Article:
“We did an extensive study with LookLook, and found that young Latinos first see themselves as just teenagers, then they identify with their family’s heritage, then as Latinos.” This focus has allowed Morales and the companies he’s worked for to view the market not as a simple ethnic demographic, but rather as real people who are growing and changing everyday. This can be seen more than ever at mun2, where topics like immigration, the war, and education, formerly subjects off-limits in young urban programming, have become a part of the programming, because it’s what their viewers are talking about. Morales admits that he didn’t even know the depth of his own identity until he was married and starting his family, when being Latino seemed to mean more to him than ever before. That we reflect on our family, our past, and our heritage when we become parents seems to be a universal emotion that transcends ethnicity, but one not lost on Morales and his appreciation for understanding the motivations of young Latinos. Flavio Morales is one of those individuals who has risen to the top of a mountain that he, as a kid, didn’t even know existed. He’s an expert at his craft, and more importantly, he brings an honesty and frankness to his work that has served him and his employers well.





A New Mayan Empire? Maya Entertainment is quickly building its empire as the only U.S.-based production/distribution/ exhibition company specifically focused on the Latino market.

BY BRIAN HEMSWORTH any art historians consider the Mayan art of the Classic Era (250AD to 900AD) to be among the most sophisticated and beautiful of the ancient new world. If Moctesuma Esparza has anything to say about it, works of art from Maya Entertainment will be the most sophisticated and beautiful of today’s new world. Maya Entertainment, not even a year old, is the latest extension of Esparza’s growing entertainment empire. Co-chaired by Jeff Valdez, formerly CEO of SiTV, the two are sculpting something new in terms of an entertainment company’s focus and structure. Maya Entertainment is now the country’s only vertically integrated entertainment company focused on and catering to the fast-growing Latino market. What does “vertically integrated” mean, and why is it important? Very simply, in the case of Maya Entertainment, it means they have the means to create feature film and television productions, to distribute them, to exhibit them, and even to sell them directly into the home markets. Vertical integration is a way of managing, and yes, controlling projects from start to finish. Why is this important? Maya Entertainment now has control of its own destiny, and quite frankly, the destiny of the projects that flow through their company. Rather than being involved with just one aspect of an entertainment product, they’re involved in virtually all.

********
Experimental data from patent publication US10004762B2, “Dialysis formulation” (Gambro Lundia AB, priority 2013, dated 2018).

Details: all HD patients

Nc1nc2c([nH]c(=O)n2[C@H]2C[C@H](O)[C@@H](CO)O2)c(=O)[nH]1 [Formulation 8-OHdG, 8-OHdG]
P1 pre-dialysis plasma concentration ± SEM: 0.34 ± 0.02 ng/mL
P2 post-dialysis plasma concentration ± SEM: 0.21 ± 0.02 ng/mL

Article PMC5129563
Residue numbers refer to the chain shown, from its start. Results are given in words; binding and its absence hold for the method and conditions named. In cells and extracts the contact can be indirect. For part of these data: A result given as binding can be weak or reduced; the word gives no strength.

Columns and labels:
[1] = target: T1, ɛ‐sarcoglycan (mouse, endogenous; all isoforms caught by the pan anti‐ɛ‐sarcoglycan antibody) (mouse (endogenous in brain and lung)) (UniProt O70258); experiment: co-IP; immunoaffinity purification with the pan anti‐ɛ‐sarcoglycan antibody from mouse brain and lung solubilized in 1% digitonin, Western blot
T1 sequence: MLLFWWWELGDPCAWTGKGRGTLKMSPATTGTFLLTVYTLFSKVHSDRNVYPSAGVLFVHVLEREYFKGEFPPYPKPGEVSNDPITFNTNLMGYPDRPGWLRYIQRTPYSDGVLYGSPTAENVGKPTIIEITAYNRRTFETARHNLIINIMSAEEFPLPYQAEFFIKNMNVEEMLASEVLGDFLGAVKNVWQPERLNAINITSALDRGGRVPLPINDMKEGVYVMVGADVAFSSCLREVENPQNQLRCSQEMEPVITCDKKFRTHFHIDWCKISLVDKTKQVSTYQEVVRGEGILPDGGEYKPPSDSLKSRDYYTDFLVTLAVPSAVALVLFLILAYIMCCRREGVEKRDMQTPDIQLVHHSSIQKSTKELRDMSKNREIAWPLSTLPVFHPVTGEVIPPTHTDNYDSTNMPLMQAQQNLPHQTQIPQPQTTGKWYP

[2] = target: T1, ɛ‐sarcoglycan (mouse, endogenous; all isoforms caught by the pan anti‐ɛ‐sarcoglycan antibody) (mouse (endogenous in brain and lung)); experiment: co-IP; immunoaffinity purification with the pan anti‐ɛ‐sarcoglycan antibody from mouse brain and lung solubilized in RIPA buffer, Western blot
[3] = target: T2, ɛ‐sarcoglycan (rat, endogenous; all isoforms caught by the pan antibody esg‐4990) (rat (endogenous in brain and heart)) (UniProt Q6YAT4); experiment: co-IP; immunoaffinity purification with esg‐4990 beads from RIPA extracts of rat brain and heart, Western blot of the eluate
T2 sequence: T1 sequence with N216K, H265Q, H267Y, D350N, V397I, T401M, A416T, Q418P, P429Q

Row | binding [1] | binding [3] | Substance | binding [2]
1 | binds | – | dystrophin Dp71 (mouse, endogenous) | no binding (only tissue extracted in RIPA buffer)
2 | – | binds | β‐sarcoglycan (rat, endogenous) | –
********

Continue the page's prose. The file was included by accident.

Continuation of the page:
STRUCTURALLY SOUND Critical to the company’s success is the way 42

With Maya Entertainment, Moctesuma Esparza and company will control productions from development through distribution.

the company’s divisions are aligned. Utilizing a multi-platform structure, the company can develop, finance, and produce content for distribution on all platforms. This allows them to leverage the strengths and specialties of all its divisions and related companies, including Maya Cinemas, Maya Releasing, Maya Entertainment Home Video, and Maya Productions. (Maya Cinemas was founded a number of years ago and is under a related but different corporate structure. Maya Pictures also began earlier and has been rolled into Maya Entertainment.) “Because of the way we have structured the company,” tells Jeff Gonzalez, COO and CFO of the new company, “we are able to fully support the life of a film from the production through theatrical release and retail via home video, along with


other ancillary markets.” This vertical integration, while critically important, sounds somewhat clinical in nature. What’s no less important, but more visceral, is the company’s passion for serving the market. “We want to cultivate and support Latino filmmakers who have powerful stories to tell and that audiences everywhere can relate to,” said Jose Martinez, who heads up acquisitions and business affairs for Maya. While focused on catering to the underserved Latino market, Maya Entertainment is also interested in broadening the audiences of its properties. When asked about Sleep Dealer and Fraude Mexico 2006, Martinez continued, “Both have universal themes of struggle and validation that will resonate with Latino and non-Latino audiences.” Another key to Maya’s future success

may come from a different take on Latino marketing. Traditional marketers have tried, many unsuccessfully, to profit from the market’s growth, but have done so by being on the outside looking in. Maya is taking a different approach. “For too many years Hollywood has talked about the Latino Wave,” says Valdez. “We plan to capitalize on it. Latino youth are among the country’s fastest growing demographic. We get the market because our principals and employees are the market.” These various parts of the Maya strategy appear to have some early success. The company has already successfully distributed several films this year. Among them are How The Garcia Girls Spent Their Summer, starring Ugly Betty star America Ferrera,

Maldeamores, produced by actor Benicio del Toro, August Evening, winner of the Cassavetes Award at the 2008 Spirit Awards, Talento De Barrio, starring Latin phenom Daddy Yankee, and Amexicano, which premiered at the Tribeca Film Festival. As of October, Maya Entertainment had already picked up 30 home video titles and 10 theatrical films. During the first year most of the focus has been on acquisitions. Several films are already in development for production next year. A POWERFUL TEAM Valdez knows a thing or two about this market. Starting his career as a standup comic, and later running his own comedy club, Valdez has learned to recognize the potential of the Latino market, as well as